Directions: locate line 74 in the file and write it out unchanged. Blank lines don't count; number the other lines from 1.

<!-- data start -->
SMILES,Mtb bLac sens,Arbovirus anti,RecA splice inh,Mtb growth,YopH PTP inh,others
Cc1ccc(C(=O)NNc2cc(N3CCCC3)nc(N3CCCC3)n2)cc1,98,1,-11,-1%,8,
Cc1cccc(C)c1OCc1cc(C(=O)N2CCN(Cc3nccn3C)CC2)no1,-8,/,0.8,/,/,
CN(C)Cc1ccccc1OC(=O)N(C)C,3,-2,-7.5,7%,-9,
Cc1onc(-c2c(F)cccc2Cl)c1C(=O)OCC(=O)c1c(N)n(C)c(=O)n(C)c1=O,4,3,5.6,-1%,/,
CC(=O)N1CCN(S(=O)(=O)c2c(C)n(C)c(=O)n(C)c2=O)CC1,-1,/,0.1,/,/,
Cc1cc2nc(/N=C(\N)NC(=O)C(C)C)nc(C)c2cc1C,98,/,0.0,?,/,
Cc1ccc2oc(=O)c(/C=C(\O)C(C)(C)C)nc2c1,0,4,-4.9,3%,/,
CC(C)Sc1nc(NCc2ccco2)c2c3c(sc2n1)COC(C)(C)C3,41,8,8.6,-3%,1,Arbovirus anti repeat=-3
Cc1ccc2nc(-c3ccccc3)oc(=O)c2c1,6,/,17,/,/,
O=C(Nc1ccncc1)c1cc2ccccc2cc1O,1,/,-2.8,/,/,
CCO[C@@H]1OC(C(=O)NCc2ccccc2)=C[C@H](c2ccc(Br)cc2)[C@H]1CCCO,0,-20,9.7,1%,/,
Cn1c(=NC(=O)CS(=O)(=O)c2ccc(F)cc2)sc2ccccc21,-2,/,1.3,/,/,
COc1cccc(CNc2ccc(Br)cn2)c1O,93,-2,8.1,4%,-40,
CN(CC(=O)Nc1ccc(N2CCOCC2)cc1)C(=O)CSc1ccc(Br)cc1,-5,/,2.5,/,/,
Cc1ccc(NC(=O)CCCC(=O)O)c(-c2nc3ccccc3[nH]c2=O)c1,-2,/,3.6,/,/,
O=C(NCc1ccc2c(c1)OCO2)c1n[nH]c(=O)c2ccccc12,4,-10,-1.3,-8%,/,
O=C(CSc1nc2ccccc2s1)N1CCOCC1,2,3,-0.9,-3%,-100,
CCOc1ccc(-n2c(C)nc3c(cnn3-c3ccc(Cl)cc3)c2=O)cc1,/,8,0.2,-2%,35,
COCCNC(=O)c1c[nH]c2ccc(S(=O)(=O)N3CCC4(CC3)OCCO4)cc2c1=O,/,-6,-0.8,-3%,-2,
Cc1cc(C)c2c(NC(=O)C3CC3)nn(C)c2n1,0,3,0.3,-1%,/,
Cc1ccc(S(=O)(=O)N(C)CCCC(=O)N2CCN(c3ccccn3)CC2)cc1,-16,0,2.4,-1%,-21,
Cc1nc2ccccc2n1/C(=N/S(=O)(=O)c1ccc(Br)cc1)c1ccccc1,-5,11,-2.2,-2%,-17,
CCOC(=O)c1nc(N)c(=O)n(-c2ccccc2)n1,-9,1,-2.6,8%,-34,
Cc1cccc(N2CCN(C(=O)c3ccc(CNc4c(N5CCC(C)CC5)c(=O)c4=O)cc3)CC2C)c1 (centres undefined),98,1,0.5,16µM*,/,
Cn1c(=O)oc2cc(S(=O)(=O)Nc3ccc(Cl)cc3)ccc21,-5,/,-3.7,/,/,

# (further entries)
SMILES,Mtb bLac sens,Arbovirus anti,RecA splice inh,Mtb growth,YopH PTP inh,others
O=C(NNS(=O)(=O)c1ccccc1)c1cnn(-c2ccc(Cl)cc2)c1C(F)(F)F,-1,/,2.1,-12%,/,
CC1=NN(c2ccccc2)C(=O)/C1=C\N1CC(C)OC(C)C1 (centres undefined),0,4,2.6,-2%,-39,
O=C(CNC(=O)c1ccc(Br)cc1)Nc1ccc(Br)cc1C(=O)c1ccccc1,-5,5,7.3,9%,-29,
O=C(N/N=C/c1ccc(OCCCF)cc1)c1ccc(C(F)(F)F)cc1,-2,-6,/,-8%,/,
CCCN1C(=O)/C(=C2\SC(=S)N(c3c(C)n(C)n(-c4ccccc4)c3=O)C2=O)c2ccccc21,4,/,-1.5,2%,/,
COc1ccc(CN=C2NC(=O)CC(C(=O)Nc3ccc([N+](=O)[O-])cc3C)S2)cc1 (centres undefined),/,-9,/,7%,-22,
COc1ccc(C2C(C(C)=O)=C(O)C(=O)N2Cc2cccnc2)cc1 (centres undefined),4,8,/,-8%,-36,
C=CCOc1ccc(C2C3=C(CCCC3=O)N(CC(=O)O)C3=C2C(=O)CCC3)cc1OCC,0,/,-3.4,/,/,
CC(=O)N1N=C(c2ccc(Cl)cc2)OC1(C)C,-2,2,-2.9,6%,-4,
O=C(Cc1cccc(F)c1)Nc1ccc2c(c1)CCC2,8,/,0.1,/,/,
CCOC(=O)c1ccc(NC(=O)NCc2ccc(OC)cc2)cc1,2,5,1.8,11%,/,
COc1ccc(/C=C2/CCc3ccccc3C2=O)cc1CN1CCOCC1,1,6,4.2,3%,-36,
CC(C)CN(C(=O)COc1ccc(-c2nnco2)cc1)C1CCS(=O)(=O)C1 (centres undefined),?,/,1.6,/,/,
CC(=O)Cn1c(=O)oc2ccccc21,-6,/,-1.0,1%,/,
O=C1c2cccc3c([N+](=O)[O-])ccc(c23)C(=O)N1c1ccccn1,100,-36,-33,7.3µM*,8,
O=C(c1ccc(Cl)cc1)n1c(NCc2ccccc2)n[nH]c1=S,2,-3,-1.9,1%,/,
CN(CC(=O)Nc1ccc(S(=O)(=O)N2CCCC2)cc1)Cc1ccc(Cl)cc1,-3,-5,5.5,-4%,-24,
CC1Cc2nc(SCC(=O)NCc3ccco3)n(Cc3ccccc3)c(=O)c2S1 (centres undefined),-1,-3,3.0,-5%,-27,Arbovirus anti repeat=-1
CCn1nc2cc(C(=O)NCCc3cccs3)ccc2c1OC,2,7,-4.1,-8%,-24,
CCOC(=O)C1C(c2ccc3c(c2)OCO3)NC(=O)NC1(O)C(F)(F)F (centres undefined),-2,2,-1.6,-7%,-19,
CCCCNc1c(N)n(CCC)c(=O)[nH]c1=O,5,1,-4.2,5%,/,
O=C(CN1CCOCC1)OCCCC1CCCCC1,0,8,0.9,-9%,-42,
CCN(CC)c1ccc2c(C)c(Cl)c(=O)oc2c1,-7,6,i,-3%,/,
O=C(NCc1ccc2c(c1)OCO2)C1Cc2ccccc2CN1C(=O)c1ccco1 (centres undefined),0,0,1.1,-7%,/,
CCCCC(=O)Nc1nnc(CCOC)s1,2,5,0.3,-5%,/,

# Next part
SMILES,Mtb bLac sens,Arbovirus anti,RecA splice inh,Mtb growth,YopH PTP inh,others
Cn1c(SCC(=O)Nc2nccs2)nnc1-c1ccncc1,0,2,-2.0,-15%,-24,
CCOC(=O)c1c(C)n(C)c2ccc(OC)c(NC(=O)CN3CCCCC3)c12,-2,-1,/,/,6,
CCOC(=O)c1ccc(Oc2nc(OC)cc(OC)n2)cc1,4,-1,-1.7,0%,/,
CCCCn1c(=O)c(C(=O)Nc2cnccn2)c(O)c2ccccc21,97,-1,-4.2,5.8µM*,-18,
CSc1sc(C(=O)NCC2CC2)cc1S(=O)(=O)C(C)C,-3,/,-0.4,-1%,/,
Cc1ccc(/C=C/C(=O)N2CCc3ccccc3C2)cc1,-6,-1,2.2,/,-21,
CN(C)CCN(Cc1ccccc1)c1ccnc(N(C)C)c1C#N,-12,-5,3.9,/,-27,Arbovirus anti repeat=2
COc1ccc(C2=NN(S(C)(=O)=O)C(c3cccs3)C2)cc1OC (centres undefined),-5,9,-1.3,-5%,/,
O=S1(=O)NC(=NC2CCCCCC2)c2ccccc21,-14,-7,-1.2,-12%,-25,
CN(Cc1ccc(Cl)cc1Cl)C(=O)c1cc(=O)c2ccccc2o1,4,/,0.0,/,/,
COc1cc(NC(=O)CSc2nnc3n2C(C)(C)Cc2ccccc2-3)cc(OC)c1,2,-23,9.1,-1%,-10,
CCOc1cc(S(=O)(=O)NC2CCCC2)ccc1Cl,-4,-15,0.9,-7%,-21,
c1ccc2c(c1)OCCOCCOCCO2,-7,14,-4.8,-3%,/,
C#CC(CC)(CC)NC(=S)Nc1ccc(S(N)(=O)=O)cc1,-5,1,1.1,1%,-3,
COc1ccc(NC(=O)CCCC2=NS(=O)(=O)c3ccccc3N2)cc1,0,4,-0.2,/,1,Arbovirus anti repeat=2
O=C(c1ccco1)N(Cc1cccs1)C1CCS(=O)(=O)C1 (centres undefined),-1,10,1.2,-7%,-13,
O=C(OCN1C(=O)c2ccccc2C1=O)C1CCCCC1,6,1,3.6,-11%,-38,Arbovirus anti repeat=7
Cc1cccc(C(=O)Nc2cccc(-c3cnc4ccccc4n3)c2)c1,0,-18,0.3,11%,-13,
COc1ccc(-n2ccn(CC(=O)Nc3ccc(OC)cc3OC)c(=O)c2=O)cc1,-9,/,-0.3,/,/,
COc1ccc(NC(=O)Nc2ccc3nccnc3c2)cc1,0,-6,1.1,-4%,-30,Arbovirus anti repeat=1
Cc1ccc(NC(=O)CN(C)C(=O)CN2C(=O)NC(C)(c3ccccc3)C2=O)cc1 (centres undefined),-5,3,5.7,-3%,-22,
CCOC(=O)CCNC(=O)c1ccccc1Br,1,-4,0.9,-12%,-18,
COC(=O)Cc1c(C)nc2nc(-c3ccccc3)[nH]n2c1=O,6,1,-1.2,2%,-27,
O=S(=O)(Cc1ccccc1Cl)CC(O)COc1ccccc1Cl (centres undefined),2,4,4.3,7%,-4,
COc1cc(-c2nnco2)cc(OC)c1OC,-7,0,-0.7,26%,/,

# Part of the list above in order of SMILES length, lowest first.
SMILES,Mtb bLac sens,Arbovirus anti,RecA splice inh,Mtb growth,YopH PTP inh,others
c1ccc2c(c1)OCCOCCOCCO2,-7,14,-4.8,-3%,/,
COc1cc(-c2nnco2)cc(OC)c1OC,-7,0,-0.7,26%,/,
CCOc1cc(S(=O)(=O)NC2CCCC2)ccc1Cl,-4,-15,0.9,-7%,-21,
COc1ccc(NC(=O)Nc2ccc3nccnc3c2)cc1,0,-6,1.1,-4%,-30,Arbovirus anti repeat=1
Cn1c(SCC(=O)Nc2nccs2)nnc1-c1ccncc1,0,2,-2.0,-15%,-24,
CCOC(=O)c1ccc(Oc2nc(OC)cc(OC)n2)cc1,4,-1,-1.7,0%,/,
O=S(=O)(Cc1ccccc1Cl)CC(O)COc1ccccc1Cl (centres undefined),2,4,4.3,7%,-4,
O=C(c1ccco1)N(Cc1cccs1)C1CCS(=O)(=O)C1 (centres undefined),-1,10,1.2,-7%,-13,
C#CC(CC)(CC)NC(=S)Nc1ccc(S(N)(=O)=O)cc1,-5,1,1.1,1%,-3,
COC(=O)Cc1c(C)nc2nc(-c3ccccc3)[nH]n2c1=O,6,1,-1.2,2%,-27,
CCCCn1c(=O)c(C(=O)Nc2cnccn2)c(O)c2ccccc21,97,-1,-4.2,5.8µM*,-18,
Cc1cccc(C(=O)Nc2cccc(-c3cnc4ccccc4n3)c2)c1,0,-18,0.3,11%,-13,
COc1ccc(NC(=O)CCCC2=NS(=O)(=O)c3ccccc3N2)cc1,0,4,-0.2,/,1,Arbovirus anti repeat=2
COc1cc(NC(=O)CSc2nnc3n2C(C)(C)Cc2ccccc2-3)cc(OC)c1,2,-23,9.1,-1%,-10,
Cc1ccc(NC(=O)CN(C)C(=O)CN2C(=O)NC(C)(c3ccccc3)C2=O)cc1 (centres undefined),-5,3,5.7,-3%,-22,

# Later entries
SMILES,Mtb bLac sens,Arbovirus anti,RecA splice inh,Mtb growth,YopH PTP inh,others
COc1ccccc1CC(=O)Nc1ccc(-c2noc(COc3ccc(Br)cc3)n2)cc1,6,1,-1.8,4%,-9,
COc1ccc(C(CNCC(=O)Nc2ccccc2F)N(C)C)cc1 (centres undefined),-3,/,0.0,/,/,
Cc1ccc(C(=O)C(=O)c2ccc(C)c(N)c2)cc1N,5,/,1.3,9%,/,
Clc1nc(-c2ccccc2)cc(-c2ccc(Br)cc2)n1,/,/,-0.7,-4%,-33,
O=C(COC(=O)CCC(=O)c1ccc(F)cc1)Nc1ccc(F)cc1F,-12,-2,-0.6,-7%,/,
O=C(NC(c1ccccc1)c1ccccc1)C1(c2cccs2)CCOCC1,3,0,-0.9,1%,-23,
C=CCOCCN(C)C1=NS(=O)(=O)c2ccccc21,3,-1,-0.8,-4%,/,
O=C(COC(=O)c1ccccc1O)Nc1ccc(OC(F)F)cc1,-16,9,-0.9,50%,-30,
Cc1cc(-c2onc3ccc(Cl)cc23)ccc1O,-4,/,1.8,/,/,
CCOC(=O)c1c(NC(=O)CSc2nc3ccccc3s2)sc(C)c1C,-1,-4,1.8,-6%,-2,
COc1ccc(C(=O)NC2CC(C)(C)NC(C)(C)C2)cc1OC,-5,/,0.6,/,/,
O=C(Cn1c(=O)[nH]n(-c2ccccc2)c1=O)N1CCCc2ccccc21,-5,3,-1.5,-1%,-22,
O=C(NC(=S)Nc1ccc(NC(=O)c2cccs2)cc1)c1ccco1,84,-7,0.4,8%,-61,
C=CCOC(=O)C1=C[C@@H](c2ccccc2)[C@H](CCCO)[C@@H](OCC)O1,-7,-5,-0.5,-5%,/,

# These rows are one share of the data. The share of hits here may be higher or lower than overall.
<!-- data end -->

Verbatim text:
COc1ccc(-n2ccn(CC(=O)Nc3ccc(OC)cc3OC)c(=O)c2=O)cc1,-9,/,-0.3,/,/,